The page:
• Digital displays: Easily monitor and control the operation of your tank; set the temperature of the water, set a vacation mode and other functions.

Find more good reads @ All Around The HOUSE

Carbon Monoxide – What You Don’t Know Can Hurt You

Carbon monoxide (CO) is a serious public health concern. Over 10,000 are poisoned by carbon monoxide needing medical treatment each year; over 500 people in the U.S. die annually from carbon monoxide poisoning.

CO is found in fumes produced any time you burn fuel in cars or trucks, small engines, stoves, lanterns, grills, fireplaces, gas ranges, or furnaces. CO can build up indoors and poison people and animals who breathe it.

The most common symptoms of CO poisoning are headache, dizziness, weakness, upset stomach, vomiting, chest pain, and confusion. CO symptoms are often described as “flu-like.” If you breathe in a lot of CO it can make you pass out or kill you. People who are sleeping or drunk can die from CO poisoning before they have symptoms.

So, how can you prevent CO poisoning in your home?

  • Install a battery-operated or battery back-up CO detector in your home and check or replace the battery when you change the time on your clocks each spring and fall. Place your detector where it will wake you up if it alarms, such as outside your bedroom. Replace your CO detector every five years.
  • Have your heating system, water heater, and any other gas, oil, or coal burning appliances serviced by a qualified technician every year
  • Do not use portable flameless chemical heaters indoors.
  • If you smell an odor from your gas refrigerator have an expert service it. An odor from your gas refrigerator can mean it could be leaking CO.
  • When you buy gas equipment, buy only equipment carrying the seal of a national testing agency, such as Underwriters’ Laboratories.
  • Make sure your gas appliances are vented properly. Horizontal vent pipes for appliances should go up slightly as they go toward outdoors. This prevents CO from leaking if the joints or pipes aren’t fitted tightly.
  • Have your chimney checked or cleaned every year. Chimneys can be blocked by debris. This can cause CO to build up inside your home or cabin.
  • Never use a gas range or oven for heating. Using a gas range or oven for heating can cause a build-up of CO inside your home, cabin, or camper.
  • Never use a generator inside your home, basement, or garage or less than 20 feet from any window, door, or vent.

Stand-alone carbon monoxide detectors typically cost between $20-$50. In spite of the relatively low cost, safety checks have shown that fewer than one in ten homes had a carbon monoxide detector.

Being informed about the potential dangers of carbon monoxide poisoning and adopting some proactive safety measures can help prevent unnecessary harm to you and your loved ones.

What Does a Home Well Inspection Include?

If you have a well, an annual well inspection should be part of your maintenance to-do list. Even if your water tastes good, lead and other contaminants can seep into the water supply and lead to health problems. A well inspection is a small price to pay to ensure the safety of your drinking water.

What Does a Well Inspection Include?

Conducted by a licensed and/or certified well water contractor, your annual well inspection should include several components:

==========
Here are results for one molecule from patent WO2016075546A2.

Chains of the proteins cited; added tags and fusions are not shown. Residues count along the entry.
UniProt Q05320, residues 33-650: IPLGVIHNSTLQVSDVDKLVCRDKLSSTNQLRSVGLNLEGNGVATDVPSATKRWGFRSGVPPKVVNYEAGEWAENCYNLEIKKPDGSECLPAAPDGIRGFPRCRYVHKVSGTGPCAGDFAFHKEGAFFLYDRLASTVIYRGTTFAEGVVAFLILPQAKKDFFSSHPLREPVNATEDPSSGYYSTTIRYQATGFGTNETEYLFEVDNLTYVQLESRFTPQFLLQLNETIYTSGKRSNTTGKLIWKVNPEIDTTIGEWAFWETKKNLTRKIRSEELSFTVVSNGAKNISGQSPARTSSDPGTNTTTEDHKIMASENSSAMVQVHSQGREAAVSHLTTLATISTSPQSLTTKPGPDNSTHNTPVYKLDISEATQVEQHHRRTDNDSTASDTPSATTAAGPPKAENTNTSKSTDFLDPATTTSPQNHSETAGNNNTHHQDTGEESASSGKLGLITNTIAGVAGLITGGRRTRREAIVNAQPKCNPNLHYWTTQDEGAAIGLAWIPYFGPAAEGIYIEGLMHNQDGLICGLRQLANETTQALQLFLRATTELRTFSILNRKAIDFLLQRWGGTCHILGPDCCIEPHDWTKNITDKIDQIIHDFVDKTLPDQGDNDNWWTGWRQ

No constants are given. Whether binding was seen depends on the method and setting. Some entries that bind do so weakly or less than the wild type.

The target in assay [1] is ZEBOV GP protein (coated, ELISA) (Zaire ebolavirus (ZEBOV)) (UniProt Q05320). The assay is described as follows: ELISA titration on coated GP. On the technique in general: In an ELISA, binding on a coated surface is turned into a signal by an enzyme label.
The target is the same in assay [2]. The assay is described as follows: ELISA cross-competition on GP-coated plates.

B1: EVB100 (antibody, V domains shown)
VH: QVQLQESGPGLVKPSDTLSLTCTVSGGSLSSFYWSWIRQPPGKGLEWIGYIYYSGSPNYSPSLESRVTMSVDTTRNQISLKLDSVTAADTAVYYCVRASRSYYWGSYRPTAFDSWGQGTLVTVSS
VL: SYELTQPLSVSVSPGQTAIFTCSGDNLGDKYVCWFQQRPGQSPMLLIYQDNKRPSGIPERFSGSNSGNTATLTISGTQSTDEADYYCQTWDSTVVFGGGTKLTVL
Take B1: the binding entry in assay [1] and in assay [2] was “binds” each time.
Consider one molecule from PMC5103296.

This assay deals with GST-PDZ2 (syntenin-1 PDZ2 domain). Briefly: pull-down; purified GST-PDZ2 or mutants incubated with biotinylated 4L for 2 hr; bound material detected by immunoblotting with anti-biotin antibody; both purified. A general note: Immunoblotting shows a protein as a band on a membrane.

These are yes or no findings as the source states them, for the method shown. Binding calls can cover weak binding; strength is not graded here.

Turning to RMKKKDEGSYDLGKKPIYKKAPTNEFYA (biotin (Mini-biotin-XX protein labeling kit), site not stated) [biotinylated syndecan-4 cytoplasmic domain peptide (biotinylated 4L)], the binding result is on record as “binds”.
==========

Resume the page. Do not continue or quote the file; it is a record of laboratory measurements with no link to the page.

• A flow test to measure water output and level, pump performance, tank pressure and switch contact pressure,
  • An inspection of equipment to ensure that it meets local codes and appears to be safe,
  • A test of water for coliform bacteria and nitrates,
  • Tests for any minerals known to affect water conditions in the area, such as sulfides, manganese or iron,
  • Periodic tests for pH levels or total dissolved solids,
  • Additional tests if the water is cloudy or oily, if there are signs of bacterial growth on fixtures or if equipment is not working properly, and
  • A written report that includes laboratory data, explains results and offers recommendations.

Useful Information about Well Inspections

Once you receive the reports from your well inspection and from any other tests that were performed, you should retain the records and keep them in a safe place, along with construction documents from when the well was first dug. Most wells have a life expectancy of about 20 years or more. Having your records on hand will be useful in determining when you might need to replace it, and necessary if you sell your house.

How much can you expect to pay for a well inspection? The cost varies according to the area and is based on the sampling methods, test procedures and the number of tests performed, but a homeowner can generally plan on spending around $150-$350. More extensive sampling for more contaminants can raise the cost.

When choosing a well inspector, it is important to use one who is licensed and certified in your state and who is familiar with the local codes. The inspector should use laboratories that are licensed to test for various contaminants that may appear in the water.

Why Should You Order an Annual Well Inspection?

You may wonder why an annual well inspection is necessary if you have no problems with taste, appearance, odor or performance. Since your well is underground, you may be unaware of any possible changes. If your home is near farms, mines, a landfill or gas or oil fields, contaminants could infiltrate your water. The same is true if you have dumped oil or waste in your yard, had your home exterminated, have a septic tank problem or develop cracks in the sealed sanitary cap on your well.

Having an annual well inspection is the best way to assure the safety and quality of your water supply.